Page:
Yesterday I turned 35. To celebrate, let’s get all reflective!
- If you are older than 35, tell me about what you were doing at this age. How do you feel about that time of your life? Anything you’d do differently?
- If you are younger than 35, tell me about what you want your life to be like when you’re my age.
My husband and I ended up in a long conversation about ventriloquists the other day (still not sure how that happened). Anyway, the upshot of it was that we ended up rediscovering Señor Wences. I hadn’t seen this clip of him on The Muppet Show since I was a kid, and I was delighted to find that he is every bit as charming and talented as I remembered him being:
After all the drama, the proclamations, the descriptions of not wanting to eat or sleep, the excessive use of caps lock, I didn’t end up watching Downton Abbey this weekend. I was behind on my writing schedule, so I used the time I had carefully blocked out for throwing myself all over the television to write instead. THAT is how seriously I am about this February deadline. (Fellow Downton Abbey fans just gasped and started fanning themselves.)
As I’ve mentioned before, my agent doesn’t want to talk to publishers until we have an A+ draft, so I am not under contractual obligation to have it done by that date. However, I think I’m actually more dedicated to the deadline than I would be if my main pressure were a contract with a publisher. Since our family has made sacrifices for me to get the extra time I need to get this done, I want to make sure I don’t drag this out any longer than necessary. I hate the idea of having to go to my husband and mom and mother-in-law on February 21 and say, “Hey, you know how I made that big pitch about how I could use some extra help for a few weeks? And how any sacrifices would be worth it because it would allow me to wrap up this project by today? I have some bad news about that…” I feel like one way I can show my appreciation for their efforts is to take the deadline I promised them very seriously. And in this house, it does not get much more serious than skipping the first episode of Season 2 of Downton Abbey.
I recently stumbled across a heated discussion where people were asked to state their annual income and then say how rich or poor they felt. (The link is here, but there’s some strong language. To give you an idea: Some people wrote in and complained that they felt very poor despite making high-six-figure incomes. Others were allowed to respond anonymously, with no censoring. You can imagine what kind of commentary that elicited.) So anyway, I was surprised to hear people talking about making $350,000 a year and feeling “so, so, so poor”…but then I wondered if I’d really be as content as I think I would be at that income.
I once read that your desires adjust to your income level, and that “at all levels of income, the typical response is that one needs 20% more to be happy.” I’ve thought for a long time that I wouldn’t need any more income if we just had X amount…and I laughed when I did the math and realized it was 20% more. It made me realize that as long as I’m in the mode of “Coveting Things You Want that You Can’t Afford,” I’ll never feel like I have enough. If we did get more money, I would just buy those things I’d been pining over (larger house, newer car, etc.), and then our budget would be maxed out again and I’d come up with new things that I want but can’t afford.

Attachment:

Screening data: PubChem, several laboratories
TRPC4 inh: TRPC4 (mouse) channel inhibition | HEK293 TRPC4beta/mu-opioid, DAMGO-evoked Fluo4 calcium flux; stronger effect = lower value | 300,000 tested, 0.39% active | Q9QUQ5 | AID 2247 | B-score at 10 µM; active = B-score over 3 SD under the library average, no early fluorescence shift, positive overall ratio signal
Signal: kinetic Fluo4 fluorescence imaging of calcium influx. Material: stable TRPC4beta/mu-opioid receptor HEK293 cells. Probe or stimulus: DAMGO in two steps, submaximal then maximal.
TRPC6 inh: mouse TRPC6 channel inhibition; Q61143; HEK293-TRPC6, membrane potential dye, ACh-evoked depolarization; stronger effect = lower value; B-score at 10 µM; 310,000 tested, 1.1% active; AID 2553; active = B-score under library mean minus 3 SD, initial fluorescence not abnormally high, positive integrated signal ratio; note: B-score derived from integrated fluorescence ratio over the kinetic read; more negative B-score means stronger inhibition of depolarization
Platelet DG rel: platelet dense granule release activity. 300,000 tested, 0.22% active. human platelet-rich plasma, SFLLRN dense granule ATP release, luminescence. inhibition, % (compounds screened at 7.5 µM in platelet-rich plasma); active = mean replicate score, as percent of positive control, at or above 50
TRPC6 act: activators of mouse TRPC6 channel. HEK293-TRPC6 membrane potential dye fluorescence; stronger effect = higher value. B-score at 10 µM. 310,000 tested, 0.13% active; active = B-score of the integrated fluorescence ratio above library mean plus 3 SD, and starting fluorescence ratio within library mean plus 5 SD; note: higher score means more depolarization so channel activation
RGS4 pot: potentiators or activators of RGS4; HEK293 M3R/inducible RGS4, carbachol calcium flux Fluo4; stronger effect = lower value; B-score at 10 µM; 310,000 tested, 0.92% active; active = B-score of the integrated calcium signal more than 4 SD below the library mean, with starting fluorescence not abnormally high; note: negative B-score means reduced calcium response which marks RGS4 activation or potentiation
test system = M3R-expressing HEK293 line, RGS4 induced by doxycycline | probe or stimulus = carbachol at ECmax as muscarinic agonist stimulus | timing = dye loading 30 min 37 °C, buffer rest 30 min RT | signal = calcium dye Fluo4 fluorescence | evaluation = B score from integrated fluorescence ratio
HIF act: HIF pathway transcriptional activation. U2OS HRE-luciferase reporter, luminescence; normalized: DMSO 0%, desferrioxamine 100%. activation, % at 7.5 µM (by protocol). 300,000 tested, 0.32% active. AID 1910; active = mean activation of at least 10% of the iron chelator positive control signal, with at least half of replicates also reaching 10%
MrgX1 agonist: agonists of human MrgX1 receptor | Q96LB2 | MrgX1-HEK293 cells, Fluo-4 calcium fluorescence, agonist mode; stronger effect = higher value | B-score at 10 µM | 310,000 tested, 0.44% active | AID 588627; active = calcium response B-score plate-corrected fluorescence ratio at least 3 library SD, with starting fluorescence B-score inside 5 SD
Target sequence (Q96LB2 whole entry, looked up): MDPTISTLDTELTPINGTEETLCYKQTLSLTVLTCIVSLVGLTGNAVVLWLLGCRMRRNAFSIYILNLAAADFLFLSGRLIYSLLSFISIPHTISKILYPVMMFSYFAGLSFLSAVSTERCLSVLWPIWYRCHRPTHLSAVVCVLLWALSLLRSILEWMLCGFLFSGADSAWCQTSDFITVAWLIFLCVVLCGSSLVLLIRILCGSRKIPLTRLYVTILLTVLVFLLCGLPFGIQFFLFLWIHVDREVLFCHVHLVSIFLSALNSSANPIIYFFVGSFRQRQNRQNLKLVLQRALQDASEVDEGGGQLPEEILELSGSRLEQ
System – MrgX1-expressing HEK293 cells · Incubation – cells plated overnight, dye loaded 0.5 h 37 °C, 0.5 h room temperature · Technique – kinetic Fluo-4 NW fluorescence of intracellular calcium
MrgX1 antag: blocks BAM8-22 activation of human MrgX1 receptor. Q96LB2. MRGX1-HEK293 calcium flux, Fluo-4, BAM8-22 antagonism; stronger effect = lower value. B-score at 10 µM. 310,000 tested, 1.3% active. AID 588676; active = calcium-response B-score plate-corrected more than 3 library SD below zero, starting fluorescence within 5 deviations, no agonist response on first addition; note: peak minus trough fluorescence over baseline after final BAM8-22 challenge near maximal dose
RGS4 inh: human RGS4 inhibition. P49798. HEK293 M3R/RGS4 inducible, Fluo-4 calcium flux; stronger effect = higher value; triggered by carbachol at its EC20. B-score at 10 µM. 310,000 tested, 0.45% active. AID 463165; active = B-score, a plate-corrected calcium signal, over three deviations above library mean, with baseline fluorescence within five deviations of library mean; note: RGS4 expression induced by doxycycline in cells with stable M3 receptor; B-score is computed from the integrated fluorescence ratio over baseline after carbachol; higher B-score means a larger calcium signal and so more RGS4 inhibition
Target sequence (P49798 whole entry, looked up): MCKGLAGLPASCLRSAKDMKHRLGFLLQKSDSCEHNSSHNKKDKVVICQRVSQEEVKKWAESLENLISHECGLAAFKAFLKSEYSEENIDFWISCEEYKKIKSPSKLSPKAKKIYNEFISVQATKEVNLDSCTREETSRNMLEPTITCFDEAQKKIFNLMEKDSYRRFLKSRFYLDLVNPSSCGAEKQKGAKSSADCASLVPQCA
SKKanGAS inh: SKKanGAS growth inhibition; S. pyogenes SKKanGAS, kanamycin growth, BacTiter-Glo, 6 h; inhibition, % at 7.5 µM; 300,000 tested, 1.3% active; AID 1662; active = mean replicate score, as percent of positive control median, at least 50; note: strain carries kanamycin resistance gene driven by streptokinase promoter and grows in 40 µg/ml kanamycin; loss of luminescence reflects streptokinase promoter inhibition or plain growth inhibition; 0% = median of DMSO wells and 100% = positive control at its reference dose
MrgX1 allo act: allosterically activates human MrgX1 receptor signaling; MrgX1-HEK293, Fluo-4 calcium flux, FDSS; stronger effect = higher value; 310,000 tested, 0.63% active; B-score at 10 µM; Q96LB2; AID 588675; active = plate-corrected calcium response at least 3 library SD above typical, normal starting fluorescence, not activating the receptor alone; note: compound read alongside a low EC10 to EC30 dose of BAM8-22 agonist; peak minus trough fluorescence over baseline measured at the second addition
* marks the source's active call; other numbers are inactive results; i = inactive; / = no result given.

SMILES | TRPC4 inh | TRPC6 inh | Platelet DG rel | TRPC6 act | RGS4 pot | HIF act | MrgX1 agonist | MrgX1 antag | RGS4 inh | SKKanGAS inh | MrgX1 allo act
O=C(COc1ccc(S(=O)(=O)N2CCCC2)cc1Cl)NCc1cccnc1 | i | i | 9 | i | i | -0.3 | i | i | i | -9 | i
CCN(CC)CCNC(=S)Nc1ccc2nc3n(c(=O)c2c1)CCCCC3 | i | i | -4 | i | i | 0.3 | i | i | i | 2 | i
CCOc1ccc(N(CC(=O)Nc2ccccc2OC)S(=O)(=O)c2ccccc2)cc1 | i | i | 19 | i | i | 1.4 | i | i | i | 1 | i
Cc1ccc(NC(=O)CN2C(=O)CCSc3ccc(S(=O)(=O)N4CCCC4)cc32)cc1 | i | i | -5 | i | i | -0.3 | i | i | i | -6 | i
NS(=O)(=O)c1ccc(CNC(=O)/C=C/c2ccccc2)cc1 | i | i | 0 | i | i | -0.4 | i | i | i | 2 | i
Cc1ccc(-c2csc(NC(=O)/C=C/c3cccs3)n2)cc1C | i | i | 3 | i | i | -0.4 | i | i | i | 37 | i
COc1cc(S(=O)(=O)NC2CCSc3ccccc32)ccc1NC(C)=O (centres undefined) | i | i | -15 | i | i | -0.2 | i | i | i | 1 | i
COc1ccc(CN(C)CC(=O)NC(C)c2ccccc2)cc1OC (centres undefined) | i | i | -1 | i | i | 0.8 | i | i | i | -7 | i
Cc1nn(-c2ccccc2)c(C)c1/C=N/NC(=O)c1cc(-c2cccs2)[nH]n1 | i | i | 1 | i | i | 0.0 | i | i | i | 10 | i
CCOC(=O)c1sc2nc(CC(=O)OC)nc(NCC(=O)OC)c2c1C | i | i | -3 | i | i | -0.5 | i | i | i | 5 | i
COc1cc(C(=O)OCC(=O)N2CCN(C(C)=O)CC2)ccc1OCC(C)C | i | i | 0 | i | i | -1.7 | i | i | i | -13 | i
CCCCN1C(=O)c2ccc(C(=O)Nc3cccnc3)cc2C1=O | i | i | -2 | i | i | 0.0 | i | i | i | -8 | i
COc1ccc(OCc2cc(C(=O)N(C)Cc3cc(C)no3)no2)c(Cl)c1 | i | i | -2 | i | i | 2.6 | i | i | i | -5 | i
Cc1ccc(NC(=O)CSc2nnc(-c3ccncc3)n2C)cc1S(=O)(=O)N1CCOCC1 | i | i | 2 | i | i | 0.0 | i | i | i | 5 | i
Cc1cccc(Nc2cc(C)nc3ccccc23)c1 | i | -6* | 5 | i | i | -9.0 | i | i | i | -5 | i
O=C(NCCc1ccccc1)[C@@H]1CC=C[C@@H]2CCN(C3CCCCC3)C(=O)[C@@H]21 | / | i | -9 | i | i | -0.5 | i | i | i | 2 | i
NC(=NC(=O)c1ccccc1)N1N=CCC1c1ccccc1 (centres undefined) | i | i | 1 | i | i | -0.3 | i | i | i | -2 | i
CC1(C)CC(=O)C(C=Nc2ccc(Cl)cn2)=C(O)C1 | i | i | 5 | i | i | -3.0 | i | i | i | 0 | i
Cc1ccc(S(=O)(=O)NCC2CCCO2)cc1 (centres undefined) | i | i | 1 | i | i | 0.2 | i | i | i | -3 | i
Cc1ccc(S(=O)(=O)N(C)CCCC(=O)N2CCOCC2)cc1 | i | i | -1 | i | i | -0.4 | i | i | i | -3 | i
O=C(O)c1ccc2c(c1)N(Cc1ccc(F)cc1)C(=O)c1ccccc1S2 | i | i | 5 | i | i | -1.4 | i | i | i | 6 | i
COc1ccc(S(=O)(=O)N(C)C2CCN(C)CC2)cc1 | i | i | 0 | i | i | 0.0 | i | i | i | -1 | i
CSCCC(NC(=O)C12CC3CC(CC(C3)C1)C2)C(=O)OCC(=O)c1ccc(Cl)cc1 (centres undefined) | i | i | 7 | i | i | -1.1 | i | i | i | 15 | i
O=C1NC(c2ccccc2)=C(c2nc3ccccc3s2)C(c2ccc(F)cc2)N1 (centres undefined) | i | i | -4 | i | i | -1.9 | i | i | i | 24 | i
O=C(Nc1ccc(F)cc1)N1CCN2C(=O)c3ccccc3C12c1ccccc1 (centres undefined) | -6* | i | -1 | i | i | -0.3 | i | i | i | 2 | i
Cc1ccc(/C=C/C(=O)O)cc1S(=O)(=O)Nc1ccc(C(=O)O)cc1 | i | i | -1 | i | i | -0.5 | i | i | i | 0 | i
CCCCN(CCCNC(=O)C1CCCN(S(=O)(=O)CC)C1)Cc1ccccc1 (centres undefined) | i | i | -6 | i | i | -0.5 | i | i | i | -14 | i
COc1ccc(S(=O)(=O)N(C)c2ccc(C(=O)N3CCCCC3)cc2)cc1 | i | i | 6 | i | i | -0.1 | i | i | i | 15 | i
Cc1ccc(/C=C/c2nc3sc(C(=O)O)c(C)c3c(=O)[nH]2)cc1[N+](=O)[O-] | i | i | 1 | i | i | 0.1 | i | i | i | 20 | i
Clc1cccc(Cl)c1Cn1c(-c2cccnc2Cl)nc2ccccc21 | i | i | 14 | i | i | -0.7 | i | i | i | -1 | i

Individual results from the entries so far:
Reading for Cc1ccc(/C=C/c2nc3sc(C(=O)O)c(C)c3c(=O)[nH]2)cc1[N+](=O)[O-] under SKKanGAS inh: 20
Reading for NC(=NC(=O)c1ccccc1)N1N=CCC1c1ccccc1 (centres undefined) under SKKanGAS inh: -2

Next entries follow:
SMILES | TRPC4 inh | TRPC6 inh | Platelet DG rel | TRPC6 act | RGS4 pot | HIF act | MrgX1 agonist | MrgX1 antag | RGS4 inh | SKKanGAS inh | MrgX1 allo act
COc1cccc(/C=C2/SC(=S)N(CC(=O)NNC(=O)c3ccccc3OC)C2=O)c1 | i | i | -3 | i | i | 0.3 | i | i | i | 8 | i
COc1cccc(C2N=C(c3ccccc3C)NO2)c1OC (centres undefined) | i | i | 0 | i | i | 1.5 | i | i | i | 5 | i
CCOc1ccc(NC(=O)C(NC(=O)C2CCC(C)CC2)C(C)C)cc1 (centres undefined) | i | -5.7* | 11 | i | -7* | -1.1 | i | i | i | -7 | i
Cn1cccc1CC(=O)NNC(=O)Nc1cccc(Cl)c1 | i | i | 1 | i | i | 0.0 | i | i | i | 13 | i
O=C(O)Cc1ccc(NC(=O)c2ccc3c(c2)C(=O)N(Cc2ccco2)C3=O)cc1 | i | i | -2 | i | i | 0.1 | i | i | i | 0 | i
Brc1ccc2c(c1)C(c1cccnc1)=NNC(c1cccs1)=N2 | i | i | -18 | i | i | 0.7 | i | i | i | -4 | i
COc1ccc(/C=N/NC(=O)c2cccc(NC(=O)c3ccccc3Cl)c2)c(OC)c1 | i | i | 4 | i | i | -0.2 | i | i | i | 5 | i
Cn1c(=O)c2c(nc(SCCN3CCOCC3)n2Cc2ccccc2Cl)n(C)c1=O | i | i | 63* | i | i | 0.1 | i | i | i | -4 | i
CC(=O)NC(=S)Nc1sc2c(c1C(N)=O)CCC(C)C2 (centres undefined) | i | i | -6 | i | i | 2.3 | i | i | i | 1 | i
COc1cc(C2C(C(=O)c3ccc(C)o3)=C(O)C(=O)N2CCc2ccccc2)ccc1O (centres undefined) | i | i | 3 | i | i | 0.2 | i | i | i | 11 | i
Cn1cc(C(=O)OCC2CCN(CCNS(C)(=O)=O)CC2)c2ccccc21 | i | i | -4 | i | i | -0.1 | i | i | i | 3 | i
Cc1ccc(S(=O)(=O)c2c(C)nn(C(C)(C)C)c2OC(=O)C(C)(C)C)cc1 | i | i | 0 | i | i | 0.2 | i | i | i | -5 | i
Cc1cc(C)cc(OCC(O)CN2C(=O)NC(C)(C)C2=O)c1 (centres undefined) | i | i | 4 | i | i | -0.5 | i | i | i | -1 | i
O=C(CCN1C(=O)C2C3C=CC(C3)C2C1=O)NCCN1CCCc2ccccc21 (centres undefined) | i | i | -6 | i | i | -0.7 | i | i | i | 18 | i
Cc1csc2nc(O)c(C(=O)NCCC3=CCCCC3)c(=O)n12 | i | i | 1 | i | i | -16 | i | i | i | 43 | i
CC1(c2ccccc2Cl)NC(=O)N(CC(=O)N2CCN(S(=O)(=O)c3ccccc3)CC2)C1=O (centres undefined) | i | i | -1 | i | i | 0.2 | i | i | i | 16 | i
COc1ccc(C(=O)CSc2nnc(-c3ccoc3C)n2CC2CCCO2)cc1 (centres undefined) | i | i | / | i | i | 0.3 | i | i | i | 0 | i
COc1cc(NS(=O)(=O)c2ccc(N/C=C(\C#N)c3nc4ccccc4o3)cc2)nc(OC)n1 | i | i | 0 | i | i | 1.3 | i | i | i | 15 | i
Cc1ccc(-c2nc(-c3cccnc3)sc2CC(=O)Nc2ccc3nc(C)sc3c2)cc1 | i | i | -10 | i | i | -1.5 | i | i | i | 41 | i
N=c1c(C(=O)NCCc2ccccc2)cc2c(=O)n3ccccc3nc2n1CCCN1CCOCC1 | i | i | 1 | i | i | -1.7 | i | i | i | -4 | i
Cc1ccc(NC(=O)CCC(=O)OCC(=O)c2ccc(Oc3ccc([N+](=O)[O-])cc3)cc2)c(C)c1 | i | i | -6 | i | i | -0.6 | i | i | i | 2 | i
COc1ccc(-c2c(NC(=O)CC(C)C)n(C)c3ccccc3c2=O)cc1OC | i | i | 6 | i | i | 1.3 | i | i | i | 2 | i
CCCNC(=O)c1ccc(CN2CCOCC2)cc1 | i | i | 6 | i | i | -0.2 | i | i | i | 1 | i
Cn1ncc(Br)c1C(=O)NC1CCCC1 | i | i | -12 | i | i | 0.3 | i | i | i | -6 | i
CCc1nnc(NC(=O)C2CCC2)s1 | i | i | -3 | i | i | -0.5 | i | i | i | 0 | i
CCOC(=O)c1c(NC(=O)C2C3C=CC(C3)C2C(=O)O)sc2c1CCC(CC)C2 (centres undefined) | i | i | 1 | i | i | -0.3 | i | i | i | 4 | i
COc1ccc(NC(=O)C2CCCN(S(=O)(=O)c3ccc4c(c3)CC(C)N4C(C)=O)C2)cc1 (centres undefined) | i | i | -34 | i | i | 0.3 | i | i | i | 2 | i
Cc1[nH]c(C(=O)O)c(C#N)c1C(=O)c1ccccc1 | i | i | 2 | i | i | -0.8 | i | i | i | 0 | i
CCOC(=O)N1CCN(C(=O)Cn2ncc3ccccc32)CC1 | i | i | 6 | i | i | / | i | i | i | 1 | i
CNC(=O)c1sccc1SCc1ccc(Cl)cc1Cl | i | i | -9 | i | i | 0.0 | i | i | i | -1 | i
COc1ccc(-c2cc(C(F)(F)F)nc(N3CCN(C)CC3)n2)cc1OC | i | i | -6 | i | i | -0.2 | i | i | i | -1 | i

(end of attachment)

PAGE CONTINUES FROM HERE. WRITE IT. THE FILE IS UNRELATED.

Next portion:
I know, I know, this is an incredibly obvious concept. I think what shocked me was when I saw that I’m really not all that different than a millionaire who feels poor. I thought of myself as being in a totally different situation than someone who makes a zillion dollars and still wishes she had more…but really, we’re both people who can’t seem to get it through our heads that we have more than enough.
Election season is in full swing! And that’s the last you’ll hear about it from me. I remember back in the Fall of 2008, I would occasionally get comments like, “Umm, you do know that there’s a hotly contested presidential election going on, right? Just wondering since you haven’t mentioned it once.”
I’m naturally apolitical, and I don’t think that it’s within the scope of this blog to talk about politics anyway. So if you’ve been looking around for a blog that can enlighten you with nuanced analysis of the upcoming primary season and its implications for the November ballots, you will find this site to be deeply disappointing. But if you were just sitting there wondering, “What blog could I read in 2012 that will avoid the topic of the election entirely and focus on God and poop fates and scorpions instead?”, drop everything, subscribe to my RSS feed, and prepare yourself to be blessed.
My current read is The Immortal Life of Henrietta Lacks by Rebecca Skloot. It had been on my wish list for a while, but I finally bought it after coming across this fascinating interview about Skloot’s process for writing the book. As a writing nerd, I was dying to see her finished product after reading all the details of how she weaved the different narrative threads together.
The book is wonderful. Very well done. It reminds me of Born to Run, which is also excellent and very similar in structure. It’s made me realize that I adore that particular genre, which I think of as “nonfiction that educates you about an interesting concept while weaving in colorful personal vignettes about the people involved, including the author’s own story of researching the book.” Is there a more concise term for that? It’s a combination of textbook-style info and memoir. Maybe “infoir”? “Memfo”? (Clearly I am up too late.) Anyway, if you come across any other books in that genre, let me know!
I leave you with this: an image of what happens when you’re the fifth baby, and three of your older siblings are little girls:
Have a great weekend!